Is South Park’s Parody of MedMen a Foreshadow of Deeper Ties to Legal Weed?
The cartoon’s fictional pot farm, Tegridy, started as a satirical poke at Big Weed. But recent marketing moves may be hinting at the show’s future ambitions for the pot industry. Maybe.
Published on July 26, 2019

Tegridy Farms started when one stalwart Coloradan, Randy Marsh, became fed up with big-wig, corporate-cannabis types hijacking the Lord’s good weed for mere profits and a little fame. Unlike the moneyed cannabis operations, Tegridy Farms only provides fresh, no-frills cannabis grown from Mother Earth’s soily bosom, with a little sweat from honest work, and a whole lot of heart.

The only thing is, Tegridy Farms isn’t real. At least, it’s not real yet.

Created for last year’s South Park episode of the same name, Tegridy Farms was originally a dig at the explosive rise of so-called Big Weed – massive, multi-million-dollar cannabis retail chains that have begun swallowing up the burgeoning industry’s original mom-and-pop pot shops. A play on the word integrity, Tegridy became yet another of South Park’s ubiquitous catchphrases, a mocking soundbyte that satirizes its subject while simultaneously acknowledging its widespread influence.

Last weekend, the South Park Studios YouTube channel premiered a faux Tegridy Farms commercial that parodies a Spike Jones-directed ad from the California-based reefer retail chain MedMen. MedMen caught flak last year for lobbying to ban marijuana home grows in New York State, and it’s been in the news for hemorrhaging millions in investments as it attempts to leapfrog its revenues by wantonly opening new locations.

In the parody spot, Randy Marsh narrates, “And then a bunch of young corporate banker types come along telling us we’re all in the ‘new normal’ as they try to turn God’s green miracle into an easy buck for themselves.”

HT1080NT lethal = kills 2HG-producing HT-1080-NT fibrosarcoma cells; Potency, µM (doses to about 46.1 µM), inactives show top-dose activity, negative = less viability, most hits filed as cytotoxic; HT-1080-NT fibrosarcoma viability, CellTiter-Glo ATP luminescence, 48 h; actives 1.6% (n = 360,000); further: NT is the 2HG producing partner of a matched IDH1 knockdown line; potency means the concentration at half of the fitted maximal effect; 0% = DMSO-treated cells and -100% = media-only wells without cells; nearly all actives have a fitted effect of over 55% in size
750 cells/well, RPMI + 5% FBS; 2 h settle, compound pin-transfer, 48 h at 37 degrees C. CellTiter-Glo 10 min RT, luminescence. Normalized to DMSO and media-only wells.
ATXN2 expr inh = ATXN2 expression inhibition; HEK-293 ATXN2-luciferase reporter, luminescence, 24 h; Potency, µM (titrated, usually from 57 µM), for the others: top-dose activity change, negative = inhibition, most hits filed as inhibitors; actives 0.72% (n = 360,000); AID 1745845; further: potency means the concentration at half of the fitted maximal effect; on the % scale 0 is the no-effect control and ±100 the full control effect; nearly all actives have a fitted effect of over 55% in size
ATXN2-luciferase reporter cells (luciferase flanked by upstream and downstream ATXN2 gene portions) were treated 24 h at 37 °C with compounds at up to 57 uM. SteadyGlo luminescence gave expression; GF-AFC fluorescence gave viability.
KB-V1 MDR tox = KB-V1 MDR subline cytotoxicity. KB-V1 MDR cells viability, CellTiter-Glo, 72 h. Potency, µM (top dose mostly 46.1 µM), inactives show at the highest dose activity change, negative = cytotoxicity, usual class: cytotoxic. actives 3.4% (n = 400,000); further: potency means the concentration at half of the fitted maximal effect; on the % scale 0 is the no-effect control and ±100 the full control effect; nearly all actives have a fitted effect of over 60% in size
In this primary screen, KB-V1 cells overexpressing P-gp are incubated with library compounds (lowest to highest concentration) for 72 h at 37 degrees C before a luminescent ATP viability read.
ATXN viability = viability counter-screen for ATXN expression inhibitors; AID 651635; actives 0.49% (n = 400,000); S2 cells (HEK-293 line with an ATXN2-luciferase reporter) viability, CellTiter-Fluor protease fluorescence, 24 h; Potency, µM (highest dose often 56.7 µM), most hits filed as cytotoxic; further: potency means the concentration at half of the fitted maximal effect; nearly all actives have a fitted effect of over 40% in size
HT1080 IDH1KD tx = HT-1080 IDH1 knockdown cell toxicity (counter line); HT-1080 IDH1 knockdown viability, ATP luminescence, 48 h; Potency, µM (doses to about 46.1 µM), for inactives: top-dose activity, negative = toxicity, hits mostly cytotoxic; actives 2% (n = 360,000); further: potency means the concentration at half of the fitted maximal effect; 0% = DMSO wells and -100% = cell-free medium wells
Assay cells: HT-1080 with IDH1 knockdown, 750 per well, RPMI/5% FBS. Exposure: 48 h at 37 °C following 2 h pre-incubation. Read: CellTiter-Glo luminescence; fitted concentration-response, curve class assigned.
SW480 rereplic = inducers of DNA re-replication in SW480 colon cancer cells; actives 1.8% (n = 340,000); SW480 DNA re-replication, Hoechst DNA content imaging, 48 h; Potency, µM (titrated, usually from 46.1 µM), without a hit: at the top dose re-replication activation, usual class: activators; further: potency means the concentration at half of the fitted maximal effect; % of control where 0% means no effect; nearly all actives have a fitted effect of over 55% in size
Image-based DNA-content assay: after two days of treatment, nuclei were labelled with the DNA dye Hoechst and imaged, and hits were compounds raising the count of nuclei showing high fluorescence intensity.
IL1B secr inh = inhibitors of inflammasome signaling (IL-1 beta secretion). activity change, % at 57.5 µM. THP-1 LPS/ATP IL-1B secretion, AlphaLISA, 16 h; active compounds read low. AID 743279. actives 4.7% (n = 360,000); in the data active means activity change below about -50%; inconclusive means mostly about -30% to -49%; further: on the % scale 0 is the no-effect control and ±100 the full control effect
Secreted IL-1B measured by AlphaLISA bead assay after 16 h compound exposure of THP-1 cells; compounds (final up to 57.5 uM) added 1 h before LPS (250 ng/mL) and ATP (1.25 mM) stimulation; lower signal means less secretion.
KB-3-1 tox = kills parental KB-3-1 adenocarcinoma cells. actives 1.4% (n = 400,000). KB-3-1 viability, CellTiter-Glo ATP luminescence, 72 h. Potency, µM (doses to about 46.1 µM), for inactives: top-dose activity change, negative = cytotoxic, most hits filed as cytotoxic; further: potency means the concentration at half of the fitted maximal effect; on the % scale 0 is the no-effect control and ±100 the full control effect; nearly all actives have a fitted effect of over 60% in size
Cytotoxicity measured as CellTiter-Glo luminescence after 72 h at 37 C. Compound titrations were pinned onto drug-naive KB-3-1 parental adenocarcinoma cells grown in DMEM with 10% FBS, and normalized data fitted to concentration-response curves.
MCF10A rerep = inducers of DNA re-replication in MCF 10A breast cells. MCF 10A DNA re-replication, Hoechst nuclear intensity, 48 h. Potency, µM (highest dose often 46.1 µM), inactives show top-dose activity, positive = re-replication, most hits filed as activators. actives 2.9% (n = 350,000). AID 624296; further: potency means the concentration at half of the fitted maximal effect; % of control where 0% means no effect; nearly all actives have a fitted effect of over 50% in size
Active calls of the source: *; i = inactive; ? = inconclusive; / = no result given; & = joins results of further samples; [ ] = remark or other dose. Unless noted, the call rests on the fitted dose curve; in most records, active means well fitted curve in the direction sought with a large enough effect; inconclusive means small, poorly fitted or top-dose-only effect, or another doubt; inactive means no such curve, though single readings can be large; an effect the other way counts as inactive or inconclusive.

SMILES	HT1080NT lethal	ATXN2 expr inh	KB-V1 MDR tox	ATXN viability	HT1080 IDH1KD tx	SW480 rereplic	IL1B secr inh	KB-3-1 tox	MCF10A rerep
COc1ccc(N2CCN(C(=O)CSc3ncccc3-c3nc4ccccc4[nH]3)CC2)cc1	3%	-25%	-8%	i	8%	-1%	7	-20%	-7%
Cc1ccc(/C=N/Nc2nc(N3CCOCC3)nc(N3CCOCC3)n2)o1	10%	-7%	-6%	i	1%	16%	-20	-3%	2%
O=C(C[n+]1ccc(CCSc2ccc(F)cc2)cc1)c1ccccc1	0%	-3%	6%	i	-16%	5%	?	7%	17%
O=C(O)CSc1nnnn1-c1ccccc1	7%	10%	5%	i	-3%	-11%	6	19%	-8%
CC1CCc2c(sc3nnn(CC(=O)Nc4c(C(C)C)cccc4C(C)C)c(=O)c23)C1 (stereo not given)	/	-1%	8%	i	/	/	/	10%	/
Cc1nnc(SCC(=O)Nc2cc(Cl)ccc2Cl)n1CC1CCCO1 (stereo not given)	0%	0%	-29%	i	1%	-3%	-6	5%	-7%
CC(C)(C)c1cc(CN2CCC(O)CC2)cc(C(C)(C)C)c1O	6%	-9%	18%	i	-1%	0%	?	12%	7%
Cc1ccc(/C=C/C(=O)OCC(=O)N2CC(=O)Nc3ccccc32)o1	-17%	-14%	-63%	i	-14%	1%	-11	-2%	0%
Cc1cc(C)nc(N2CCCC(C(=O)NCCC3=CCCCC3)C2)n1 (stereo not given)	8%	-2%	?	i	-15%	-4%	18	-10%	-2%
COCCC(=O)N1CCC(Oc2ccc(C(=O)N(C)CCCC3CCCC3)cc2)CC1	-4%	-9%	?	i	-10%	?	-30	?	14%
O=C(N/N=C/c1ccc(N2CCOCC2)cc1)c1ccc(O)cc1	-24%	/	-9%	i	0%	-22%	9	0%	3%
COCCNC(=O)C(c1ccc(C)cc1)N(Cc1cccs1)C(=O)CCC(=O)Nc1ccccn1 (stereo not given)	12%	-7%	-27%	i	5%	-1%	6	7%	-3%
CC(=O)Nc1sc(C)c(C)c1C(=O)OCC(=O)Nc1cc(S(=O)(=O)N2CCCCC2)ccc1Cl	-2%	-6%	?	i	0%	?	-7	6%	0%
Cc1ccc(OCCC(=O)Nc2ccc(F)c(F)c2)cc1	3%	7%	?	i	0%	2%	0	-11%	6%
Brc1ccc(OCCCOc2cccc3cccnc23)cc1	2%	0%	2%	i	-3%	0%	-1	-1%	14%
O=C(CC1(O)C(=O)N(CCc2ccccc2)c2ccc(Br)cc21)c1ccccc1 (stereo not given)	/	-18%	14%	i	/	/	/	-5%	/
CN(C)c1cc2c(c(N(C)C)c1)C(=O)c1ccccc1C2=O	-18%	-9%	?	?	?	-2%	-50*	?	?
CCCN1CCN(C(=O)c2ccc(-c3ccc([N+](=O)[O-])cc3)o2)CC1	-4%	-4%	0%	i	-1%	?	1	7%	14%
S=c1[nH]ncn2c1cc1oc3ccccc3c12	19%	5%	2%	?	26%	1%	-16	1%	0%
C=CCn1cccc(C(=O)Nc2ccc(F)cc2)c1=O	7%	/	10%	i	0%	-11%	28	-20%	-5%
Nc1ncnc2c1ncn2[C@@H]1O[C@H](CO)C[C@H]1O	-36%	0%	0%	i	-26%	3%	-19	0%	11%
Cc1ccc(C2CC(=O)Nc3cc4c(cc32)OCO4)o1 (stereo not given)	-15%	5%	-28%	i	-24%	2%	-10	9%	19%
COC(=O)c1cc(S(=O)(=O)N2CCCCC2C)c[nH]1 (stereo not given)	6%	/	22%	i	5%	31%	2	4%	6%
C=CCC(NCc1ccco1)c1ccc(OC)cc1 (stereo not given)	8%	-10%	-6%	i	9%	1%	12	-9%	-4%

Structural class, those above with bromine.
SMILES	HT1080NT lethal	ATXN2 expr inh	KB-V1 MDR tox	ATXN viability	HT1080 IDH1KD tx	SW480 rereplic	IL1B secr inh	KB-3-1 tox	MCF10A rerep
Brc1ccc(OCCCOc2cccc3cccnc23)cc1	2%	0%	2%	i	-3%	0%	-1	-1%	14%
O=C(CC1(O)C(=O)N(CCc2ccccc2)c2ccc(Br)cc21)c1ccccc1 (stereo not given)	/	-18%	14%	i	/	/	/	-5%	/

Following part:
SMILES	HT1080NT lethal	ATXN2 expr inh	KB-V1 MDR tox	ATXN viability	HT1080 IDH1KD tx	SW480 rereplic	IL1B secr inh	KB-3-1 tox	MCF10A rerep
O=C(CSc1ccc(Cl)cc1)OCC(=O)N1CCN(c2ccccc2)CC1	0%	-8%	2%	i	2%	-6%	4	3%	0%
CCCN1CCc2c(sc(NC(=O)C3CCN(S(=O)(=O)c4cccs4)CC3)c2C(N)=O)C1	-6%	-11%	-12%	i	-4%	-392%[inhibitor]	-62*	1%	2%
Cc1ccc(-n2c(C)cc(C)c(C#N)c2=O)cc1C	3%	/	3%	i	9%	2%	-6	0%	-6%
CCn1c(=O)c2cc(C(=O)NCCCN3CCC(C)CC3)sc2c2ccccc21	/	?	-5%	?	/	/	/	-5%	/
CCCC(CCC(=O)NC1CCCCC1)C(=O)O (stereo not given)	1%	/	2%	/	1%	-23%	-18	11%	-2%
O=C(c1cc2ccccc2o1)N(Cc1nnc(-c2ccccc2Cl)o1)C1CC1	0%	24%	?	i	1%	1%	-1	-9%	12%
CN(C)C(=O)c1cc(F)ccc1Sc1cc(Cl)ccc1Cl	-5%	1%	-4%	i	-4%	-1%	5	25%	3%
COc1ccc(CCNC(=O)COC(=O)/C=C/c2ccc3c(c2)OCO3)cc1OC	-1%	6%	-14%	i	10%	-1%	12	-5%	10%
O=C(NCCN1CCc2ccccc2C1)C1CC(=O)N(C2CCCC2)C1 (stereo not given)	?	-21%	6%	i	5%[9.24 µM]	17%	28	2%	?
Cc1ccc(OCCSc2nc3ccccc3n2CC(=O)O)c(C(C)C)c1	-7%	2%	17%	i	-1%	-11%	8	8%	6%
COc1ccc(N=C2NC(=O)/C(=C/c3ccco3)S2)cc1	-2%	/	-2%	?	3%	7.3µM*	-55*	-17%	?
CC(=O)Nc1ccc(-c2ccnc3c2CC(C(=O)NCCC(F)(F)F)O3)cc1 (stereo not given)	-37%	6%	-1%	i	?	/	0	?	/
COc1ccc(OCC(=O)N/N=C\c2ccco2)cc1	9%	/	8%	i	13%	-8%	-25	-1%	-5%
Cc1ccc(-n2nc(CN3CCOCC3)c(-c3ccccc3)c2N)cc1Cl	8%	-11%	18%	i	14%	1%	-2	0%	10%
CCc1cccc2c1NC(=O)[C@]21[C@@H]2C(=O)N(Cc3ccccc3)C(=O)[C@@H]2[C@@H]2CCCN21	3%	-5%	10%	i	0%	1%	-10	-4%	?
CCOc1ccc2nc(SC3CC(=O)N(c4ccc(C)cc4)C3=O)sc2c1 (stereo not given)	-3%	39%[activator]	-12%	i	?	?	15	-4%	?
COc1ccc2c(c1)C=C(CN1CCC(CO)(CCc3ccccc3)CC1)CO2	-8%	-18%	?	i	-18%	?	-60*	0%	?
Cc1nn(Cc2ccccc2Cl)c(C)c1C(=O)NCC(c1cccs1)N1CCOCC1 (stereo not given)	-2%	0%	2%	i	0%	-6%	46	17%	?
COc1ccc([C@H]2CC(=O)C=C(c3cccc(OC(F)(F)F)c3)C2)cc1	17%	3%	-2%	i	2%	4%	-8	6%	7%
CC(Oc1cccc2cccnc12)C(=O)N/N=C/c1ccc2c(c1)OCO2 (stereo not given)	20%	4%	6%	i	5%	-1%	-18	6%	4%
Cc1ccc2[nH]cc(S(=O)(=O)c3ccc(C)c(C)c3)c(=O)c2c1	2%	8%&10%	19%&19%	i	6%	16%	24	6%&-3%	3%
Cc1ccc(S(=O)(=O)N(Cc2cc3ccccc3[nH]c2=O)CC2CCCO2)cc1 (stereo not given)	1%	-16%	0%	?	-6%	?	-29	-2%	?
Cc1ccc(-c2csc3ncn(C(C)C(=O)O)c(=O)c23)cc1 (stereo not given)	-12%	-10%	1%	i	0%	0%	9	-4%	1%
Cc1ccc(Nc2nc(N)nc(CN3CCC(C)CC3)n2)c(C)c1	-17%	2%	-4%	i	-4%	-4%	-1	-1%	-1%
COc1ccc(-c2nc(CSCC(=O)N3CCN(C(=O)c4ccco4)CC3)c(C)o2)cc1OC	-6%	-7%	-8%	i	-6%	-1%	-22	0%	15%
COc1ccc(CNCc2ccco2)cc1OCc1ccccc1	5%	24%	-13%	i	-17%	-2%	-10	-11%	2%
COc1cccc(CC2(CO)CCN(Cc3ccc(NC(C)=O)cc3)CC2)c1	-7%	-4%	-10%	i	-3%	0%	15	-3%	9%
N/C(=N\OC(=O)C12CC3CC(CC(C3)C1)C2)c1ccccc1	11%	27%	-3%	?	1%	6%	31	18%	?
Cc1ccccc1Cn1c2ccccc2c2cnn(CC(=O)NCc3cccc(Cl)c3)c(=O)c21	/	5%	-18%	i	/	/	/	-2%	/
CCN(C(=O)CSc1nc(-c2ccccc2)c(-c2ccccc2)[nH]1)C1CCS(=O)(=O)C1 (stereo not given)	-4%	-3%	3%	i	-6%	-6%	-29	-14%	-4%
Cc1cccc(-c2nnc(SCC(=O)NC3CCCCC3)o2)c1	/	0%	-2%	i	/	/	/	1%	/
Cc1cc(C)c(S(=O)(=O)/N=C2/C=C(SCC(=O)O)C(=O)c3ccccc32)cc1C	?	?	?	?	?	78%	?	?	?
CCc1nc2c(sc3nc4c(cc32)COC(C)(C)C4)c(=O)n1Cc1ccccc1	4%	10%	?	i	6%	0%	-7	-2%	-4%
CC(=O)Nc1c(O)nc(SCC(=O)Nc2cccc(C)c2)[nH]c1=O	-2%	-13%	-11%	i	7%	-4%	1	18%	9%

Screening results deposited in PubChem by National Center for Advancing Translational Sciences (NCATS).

“They even hire fancy Hollywood directors to make them look all hip and cool. But you know what? Fuck those guys. They ain’t got no integrity,” he continued. “Do you want some fuckin’ Tegridy? Don’t you wish everyone had some goddamn Tegridy?”

Even Towlie, the perpetually stoned, anthropomorphic bath towel, makes a guest appearance in the joke ad.

South Park isn’t exactly known for being a neutral observer. The show’s creators, Trey Parker and Matt Stone, have blasted just about every celebrity, political issue, and social demographic in the US. And considering that the edgy cartoon is based in a sleepy Colorado town, it was just a matter of time before the showrunners roasted the nation’s legal pot industry.

But the joke didn’t end there.

A little digging by Kyle Jaeger at Marijuana Moment revealed that South Park is taking this Tegridy thing way beyond some YouTube clips. Last year, the South Park Twitter account listed the weed strains mentioned in the episode, including Catatonic Tegridy Bud. All mentioned strains now have official domains on the web.

Additionally, since Tegridy’s TV debut, someone registered “Tegridy Farms” as LLCs in Colorado and Oregon. (Jaeger couldn’t confirm if it was actually the guys behind South Park.)

Someone also purchased a web domain for Tegridy Farms, which only features the faux TV spot and an email subscription field. A Tegridy Farms Instagram account announced in December that Tegridy weed would be “coming soon to a giant online retailer near you.”

View this post on Instagram

Coming soon to a giant online retailer near you.

A post shared by Tegridy Farms (@tegridyfarms) on

Could South Park be hinting at its entrance into the weed industry? Could we finally, truly, get some goddamn Tegridy already? That’s a suspicion both Marijuana Moment and Denver’s Westword flirted with, but it could just be clever marketing for the show. After all, the “online retailer” line from Tegridy’s Instagram could indicate the launch of non-weedy Tegridy swag like t-shirts, since online orders and weed delivery services aren’t yet permitted in Colorado. Weed deliveries are allowed in Oregon, however.

Or who knows? Maybe South Park is biding its time and waiting on Colorado’s weed delivery law to go into effect, which begins for medical marijuana in 2020. Recreational shops can begin deliveries in 2021.

Follow Randy Robinson on Twitter

Randy Robinson
Based in Denver, Randy studied cannabinoid science while getting a degree in molecular biology at the University of Colorado. When not writing about cannabis, science, politics, or LGBT issues, they can be found exploring nature somewhere in the Rocky Mountains. Catch Randy on Twitter and Instagram @randieseljay
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